It started in 2010. My husband and I were talking about BHAGs (big-hairy-audacious-goals) and decided ours would be to take a year off. We then took a big cardboard and wrote “take a year off on 4/26/15” (my husband’s birthday). For my husband, it was about travel. For me, it was a proxy for achieving entrepreneurial freedom because back then I was still very much in a start-up frenzy and the idea of taking a year off from my business seemed completely unattainable. But the cardboard was hanging on the wall and even though I wasn’t doing anything about it, I think after a few months I became more and more committed to it. And then I gradually converted it into an action plan with milestones: get a bank loan, hire a team, figure out an equity plan for leadership, set up processes, set up reporting. A big help was the book by Scott Fritz called 40 Hour Work Year that describes his journey to making his business self-sufficient. Even more help was the advisory board I recruited--Mark Hughes, Victoria Quintana, and Shawn Adamson. Each one of them is an amazing Denver business person and together they helped me craft and execute the action plan. We ended up missing our “cardboard target date” by 6 months but did leave the U.S. for 12 full months at end of December 2015 and were able to visit 27 countries.

During your travels, what was the most important or surprising lesson that you took away?

There were many. While I was traveling, IQ Wired had its best year … without me. So the first lesson was seeing in practice what we all hear in leadership trainings: hire great people, trust them to succeed and the amazing things will happen. Being a typical control-freak entrepreneur I think that if I stayed “local” it would have been impossible for me to let my team fully own their roles and success. Second, I had to separate my identity from that of the company that has been my ‘baby’ for 12 years prior. I don’t have kids but suspect that that’s what parents have to do as their kids grow up. That’s emotionally tough and took some processing. Lastly, we traveled a lot to third world countries and it was a good reality check and a reminder of how many big problems still exist in the world and how good we have it here in the U.S. I did come back with a resolve to make a dent in them via philanthropy or social enterprise.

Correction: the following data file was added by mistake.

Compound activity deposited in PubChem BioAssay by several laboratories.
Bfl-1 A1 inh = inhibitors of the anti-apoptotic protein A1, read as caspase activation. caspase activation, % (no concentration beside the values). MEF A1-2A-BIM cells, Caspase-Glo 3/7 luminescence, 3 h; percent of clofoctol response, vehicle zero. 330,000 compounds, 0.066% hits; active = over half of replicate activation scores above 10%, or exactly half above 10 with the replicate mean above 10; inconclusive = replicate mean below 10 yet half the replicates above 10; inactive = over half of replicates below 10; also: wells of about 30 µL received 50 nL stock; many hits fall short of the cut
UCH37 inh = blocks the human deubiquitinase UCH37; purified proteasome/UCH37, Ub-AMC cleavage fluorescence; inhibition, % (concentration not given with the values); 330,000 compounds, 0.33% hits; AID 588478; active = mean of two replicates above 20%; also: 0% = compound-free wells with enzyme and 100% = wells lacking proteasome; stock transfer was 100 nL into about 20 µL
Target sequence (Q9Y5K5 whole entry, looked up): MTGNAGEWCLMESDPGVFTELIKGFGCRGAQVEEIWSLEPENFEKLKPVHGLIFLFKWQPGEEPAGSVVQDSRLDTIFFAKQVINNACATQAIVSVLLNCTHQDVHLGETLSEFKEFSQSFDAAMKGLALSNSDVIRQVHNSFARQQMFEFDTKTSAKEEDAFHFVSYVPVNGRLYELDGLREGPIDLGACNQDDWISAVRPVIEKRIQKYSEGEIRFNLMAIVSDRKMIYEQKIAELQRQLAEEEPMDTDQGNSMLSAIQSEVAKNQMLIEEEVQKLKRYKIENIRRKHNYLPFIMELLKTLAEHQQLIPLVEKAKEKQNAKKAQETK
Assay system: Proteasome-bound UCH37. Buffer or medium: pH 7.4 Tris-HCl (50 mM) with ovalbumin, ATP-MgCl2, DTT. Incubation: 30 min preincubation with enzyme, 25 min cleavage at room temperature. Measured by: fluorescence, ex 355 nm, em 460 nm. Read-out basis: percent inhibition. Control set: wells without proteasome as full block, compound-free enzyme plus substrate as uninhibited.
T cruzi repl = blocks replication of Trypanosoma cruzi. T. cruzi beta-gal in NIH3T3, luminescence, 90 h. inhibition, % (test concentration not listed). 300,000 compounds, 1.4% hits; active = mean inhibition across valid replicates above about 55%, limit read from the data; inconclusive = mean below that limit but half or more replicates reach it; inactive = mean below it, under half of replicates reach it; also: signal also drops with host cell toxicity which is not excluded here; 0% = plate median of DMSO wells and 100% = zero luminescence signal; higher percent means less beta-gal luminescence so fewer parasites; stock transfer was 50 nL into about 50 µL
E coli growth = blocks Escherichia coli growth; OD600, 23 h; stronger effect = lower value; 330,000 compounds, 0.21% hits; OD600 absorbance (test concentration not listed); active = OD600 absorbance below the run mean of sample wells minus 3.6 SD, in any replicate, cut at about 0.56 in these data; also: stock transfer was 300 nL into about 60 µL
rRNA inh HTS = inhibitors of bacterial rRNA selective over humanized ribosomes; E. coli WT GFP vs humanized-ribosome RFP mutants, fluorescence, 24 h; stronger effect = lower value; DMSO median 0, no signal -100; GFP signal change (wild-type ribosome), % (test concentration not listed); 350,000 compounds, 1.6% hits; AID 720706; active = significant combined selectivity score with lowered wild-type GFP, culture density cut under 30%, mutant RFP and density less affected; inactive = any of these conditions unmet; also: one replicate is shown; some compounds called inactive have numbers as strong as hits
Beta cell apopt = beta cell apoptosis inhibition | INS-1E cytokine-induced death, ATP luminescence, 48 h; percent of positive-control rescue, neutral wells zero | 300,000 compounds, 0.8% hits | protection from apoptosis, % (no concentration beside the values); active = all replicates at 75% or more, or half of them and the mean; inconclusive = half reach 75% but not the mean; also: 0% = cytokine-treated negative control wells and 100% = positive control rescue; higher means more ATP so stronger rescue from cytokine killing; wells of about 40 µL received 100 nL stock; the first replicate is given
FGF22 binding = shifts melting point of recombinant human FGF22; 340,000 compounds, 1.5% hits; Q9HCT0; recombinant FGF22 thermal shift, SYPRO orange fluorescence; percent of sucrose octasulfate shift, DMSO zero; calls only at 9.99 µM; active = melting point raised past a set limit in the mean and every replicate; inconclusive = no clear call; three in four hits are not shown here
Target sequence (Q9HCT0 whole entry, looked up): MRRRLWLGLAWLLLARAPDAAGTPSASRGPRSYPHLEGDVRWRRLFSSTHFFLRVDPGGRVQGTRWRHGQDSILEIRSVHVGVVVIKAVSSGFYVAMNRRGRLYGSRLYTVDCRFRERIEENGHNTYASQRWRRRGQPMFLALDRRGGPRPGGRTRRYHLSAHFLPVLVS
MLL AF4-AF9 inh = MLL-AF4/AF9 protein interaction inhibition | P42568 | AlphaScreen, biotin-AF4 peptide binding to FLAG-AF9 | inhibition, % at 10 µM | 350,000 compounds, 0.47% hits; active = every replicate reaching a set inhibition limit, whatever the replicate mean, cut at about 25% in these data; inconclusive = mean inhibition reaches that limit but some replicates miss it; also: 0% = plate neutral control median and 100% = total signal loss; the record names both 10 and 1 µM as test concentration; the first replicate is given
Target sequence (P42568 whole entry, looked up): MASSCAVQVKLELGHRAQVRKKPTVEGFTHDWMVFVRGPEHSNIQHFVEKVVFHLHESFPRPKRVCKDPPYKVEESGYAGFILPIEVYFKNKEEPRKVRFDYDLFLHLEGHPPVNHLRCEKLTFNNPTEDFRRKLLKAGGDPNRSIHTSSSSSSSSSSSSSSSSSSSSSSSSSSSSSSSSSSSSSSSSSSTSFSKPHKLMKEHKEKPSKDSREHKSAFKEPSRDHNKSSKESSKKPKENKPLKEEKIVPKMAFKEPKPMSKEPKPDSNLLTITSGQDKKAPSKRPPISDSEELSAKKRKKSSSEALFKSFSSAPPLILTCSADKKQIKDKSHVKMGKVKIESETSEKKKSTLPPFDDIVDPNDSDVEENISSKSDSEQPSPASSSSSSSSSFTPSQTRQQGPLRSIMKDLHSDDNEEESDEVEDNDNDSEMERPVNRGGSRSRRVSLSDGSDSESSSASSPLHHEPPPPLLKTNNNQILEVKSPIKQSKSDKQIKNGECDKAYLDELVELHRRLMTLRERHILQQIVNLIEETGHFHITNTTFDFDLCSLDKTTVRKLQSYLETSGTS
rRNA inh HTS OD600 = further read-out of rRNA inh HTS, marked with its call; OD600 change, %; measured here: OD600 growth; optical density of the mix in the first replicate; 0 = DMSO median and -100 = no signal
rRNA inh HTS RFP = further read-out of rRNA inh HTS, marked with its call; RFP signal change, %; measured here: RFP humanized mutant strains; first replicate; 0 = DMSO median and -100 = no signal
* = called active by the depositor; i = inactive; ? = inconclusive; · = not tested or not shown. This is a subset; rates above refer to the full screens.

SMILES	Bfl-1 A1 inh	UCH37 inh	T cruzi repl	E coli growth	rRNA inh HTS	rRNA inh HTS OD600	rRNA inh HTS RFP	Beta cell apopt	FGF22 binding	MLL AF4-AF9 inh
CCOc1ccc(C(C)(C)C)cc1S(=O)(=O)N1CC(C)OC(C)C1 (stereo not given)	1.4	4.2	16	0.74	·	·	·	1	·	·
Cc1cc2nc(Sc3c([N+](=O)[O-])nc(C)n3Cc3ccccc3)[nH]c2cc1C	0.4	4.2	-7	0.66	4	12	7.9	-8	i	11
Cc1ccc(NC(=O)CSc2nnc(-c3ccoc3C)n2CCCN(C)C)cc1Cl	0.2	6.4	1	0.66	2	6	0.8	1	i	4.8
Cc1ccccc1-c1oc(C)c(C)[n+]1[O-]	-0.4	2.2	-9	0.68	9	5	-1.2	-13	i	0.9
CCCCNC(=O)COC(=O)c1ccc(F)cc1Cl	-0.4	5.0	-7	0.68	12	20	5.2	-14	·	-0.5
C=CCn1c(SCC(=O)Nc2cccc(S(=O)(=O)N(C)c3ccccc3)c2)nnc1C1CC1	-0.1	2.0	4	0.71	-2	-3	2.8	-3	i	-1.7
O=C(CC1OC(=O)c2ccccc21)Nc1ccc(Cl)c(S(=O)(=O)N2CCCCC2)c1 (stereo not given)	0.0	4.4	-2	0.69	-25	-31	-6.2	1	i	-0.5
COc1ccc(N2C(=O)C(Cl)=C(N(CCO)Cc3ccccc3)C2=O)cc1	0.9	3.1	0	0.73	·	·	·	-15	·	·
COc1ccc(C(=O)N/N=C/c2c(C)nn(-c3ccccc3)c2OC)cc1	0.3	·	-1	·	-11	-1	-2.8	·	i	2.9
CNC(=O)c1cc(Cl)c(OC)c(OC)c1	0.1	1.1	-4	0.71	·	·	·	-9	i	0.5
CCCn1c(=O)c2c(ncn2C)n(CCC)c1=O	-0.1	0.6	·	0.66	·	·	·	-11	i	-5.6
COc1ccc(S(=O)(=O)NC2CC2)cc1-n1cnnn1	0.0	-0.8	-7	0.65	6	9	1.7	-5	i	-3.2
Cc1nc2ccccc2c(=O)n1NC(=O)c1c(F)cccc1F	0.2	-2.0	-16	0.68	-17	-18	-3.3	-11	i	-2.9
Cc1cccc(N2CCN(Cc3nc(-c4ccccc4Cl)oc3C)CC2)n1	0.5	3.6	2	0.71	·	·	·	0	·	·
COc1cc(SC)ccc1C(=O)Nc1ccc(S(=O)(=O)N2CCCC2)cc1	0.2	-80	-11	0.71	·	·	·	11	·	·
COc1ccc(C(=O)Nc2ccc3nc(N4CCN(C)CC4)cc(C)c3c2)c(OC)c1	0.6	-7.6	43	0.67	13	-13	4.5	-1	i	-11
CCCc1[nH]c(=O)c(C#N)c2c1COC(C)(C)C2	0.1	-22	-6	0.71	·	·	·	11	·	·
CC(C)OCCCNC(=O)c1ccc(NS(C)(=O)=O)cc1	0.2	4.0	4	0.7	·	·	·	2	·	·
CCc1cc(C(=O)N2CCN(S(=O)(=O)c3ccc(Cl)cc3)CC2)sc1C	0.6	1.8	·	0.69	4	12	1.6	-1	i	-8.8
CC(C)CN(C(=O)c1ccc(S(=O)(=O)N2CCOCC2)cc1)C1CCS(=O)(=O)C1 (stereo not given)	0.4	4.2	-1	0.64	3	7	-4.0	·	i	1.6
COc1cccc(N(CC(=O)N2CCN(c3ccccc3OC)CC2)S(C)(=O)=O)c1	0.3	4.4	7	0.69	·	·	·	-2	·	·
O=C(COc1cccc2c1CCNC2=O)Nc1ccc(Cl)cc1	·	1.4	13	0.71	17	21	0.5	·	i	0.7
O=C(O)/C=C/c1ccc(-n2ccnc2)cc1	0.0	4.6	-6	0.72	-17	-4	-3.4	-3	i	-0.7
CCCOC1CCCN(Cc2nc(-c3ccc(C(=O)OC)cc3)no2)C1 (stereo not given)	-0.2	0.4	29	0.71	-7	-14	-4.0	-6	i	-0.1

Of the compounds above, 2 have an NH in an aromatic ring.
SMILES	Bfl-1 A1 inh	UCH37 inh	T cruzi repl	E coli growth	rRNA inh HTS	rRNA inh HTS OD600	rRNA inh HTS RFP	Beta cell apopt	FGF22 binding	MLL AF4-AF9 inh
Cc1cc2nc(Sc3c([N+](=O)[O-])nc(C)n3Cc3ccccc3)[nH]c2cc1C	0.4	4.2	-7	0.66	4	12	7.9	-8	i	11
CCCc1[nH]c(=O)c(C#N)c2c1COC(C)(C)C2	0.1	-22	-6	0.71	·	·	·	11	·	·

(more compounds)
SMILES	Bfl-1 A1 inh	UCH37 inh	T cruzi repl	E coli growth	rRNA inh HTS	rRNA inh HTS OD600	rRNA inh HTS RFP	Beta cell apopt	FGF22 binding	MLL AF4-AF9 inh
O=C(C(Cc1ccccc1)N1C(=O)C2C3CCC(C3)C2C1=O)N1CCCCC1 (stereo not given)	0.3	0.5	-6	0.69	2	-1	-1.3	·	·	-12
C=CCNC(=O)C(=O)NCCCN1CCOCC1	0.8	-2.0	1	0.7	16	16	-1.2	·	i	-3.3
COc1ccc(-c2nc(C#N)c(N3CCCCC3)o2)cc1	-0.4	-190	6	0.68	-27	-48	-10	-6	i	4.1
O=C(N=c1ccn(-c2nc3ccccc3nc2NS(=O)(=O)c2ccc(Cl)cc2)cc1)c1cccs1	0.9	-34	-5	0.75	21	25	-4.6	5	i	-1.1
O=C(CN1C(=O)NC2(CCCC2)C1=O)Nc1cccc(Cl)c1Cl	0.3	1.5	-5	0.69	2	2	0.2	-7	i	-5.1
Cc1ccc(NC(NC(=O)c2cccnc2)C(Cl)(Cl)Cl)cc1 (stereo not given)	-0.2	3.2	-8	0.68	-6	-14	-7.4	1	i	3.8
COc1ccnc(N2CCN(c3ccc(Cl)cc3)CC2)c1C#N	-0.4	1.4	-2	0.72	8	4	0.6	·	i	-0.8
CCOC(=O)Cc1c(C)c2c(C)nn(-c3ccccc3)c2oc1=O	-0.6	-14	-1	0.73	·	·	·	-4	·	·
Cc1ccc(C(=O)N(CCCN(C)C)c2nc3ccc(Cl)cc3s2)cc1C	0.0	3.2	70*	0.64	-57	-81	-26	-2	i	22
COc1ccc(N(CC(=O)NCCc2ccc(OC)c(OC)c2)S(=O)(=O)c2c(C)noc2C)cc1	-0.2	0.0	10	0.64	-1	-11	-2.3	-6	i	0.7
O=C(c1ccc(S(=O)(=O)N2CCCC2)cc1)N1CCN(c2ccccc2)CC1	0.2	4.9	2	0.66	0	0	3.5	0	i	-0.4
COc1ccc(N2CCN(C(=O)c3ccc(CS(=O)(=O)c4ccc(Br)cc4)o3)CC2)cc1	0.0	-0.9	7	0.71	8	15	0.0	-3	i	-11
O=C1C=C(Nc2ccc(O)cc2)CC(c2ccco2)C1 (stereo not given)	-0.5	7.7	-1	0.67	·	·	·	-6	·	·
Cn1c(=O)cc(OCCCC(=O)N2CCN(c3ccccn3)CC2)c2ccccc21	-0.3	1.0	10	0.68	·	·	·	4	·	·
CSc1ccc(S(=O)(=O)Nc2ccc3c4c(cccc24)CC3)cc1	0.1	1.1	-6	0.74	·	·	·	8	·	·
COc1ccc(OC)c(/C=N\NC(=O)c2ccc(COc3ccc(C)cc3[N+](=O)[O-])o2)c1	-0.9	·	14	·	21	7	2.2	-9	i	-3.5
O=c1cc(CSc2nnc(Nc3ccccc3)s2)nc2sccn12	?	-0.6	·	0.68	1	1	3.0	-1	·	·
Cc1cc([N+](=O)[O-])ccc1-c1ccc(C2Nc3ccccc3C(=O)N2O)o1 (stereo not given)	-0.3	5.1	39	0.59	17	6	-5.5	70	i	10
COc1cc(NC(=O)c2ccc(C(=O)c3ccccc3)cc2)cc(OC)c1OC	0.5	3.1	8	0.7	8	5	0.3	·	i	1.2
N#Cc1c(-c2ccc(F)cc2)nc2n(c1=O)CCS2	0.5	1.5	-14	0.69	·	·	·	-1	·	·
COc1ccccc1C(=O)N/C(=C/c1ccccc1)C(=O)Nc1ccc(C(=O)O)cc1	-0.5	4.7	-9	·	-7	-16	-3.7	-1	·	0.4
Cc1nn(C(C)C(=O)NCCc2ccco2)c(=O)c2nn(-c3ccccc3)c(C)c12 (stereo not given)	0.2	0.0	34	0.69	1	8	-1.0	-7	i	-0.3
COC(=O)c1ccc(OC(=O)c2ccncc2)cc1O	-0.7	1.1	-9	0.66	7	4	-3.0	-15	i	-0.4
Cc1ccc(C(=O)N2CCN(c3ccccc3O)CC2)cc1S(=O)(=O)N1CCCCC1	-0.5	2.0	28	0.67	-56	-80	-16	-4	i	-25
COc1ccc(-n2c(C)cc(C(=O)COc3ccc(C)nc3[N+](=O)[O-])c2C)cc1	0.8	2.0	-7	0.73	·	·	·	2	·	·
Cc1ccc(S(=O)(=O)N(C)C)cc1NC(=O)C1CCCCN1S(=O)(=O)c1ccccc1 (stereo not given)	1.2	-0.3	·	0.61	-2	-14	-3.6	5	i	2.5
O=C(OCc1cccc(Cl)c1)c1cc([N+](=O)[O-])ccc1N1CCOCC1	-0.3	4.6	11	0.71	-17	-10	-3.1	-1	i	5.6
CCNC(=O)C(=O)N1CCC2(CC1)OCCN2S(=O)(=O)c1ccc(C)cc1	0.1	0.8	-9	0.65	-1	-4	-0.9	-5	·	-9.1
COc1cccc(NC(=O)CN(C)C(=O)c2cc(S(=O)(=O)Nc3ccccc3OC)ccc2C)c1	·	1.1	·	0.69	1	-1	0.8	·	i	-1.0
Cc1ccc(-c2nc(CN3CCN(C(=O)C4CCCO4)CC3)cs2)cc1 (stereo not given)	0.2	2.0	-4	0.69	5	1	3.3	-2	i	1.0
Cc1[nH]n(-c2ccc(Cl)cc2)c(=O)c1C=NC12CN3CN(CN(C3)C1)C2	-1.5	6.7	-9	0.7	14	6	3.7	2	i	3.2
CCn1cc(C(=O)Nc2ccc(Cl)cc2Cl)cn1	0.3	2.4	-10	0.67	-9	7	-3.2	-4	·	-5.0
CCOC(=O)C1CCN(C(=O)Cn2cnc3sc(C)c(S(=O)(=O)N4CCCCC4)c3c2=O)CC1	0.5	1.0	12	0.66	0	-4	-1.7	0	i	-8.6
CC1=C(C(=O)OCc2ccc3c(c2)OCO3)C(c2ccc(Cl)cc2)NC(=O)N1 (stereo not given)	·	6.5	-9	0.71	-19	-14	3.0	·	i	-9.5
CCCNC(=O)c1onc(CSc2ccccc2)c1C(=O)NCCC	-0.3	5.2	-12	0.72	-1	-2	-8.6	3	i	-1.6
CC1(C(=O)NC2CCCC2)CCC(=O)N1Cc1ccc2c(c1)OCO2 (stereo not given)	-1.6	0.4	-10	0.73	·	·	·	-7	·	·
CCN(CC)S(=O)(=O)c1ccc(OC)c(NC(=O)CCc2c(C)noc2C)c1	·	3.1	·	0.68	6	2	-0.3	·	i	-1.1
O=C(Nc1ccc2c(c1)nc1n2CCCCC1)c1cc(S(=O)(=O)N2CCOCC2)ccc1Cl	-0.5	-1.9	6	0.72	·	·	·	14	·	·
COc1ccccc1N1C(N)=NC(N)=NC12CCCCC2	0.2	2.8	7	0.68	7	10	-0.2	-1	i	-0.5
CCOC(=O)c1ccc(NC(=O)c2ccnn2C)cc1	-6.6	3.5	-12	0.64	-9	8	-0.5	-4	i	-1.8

Now that you are back, what is your plan, return to IQ, do something different, both?

I spent my first year back re-learning how to wear business clothes and helping with a couple of projects for IQ Wired and looking at several areas to start a new business. This year, I am starting a new company--it’s in technology and will be closely aligned with IQ Wired.

If you had one piece of advice to give budding women entrepreneurs what would that be?

Ask for help. I owe so much to mentors, colleagues and self-development organizations. First thing I did when I started IQ Wired was meet with several much larger competitors to get their advice and shorten my learning curve. Over the years, I have had several mentors whose help has been invaluable. Organizations like EO and Vistage connected me with peers for experience and support. Women entrepreneurs are a minority but that’s an advantage because it gives us a great community of other amazing women to rely on. Let me know if I can help with anything!